"Klaus," I said, "send someone up to clean the Doherty suite, bitte."

It was nearing noon, that Pete, Die Presse in hand, slipped into the koffeehaus where I had stationed myself, wearily poring over the faux marble surface of the table and sipping black tea loaded with kandizucker and cream to keep from sinking into sleep. As he order strudels, he caught me out of the corner of his eye.

Pete grabbed the strudels when they were all in the bag, and pushed his 100 euro note to the baker -- "You keep it, luv," was his charming admonition. His gaunt form held me in its shadow for a moment, then he leant down and wrapped his arm around my shoulders. "Monkey! Wotcha doin' 'ere?" Then it stopped, he pulled back and took a strudel out of the bag and placed it on the table in front of the teapot.

I restrained myself from shoving the strudel right back into his pasty face. Instead, I asked calmly, "What was that about, the call earlier?"

"Dunno, mate," Pete said, "you'll 'ave to asker yoursewf."

I settled up for the tea and followed Pete out the door. When we got back to the suite, the tray was gone, and the stench had subsided. Walking through the doorway, though, was like a journey once more into the night. the shades were drawn and little light penetrated beyond the three inches of carpet underneath the luxurious, cream satin curtains of the Konig von Ungarn. Heidi, when I found her, was rolled up in Pete's Union Jack with Irina's head nuzzled into her armpit. Her other arm lay at a right angle with spread fingers snug among the rich, silky threads of the thick carpetting of the Konig von Ungarn.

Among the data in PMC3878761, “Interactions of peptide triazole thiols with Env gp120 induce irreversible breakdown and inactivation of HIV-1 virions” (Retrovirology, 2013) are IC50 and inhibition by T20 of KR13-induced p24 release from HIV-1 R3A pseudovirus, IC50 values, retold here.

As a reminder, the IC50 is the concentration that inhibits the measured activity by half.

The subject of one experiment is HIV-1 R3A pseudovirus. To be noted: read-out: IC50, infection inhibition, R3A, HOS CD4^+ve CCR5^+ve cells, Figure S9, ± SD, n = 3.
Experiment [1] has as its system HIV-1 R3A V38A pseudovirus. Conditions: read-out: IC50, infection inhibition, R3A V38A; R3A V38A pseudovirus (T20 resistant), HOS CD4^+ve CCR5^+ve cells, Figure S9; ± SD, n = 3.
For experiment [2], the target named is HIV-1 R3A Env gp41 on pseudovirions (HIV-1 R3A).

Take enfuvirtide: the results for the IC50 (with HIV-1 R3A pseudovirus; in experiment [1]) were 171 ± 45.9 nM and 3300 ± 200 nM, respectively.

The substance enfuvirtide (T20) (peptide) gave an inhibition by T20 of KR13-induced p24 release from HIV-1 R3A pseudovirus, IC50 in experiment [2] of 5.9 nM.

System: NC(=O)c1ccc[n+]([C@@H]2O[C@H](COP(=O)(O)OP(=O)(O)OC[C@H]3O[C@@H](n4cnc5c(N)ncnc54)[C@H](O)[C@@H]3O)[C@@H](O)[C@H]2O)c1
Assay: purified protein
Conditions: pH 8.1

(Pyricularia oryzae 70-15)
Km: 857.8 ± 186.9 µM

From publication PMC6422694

I knelt down and raised her chin slightly, caressing her golden locks with my free hand. I must've sat over her for at least a quarter hour before her breath became more pronounced and her lips parted with a muted cough.

Later... over a strudel and some viennese coffe taht I had Klaus send up, Heidi explained to me what was happening.

"There's a Milk Boycott on throughout Europe! Dagmar doesn't know what to do with out me. Sunday's World Milk Day, and she wante sto know whehter we deliver or not. I have to be there for her. Monkey, I have to go back tot Kitzbuhel, tomorrow!"

Pete was sitting in the lotus position watching CNN-Europe while Irina was still putting on her face in the bathroom.

"Pete," I said, "Let me see your paper."

Heidi and I spread out Die Presse on the table and there we saw the confirmation of what Dagmar had said.

So... it was a MILK WAR!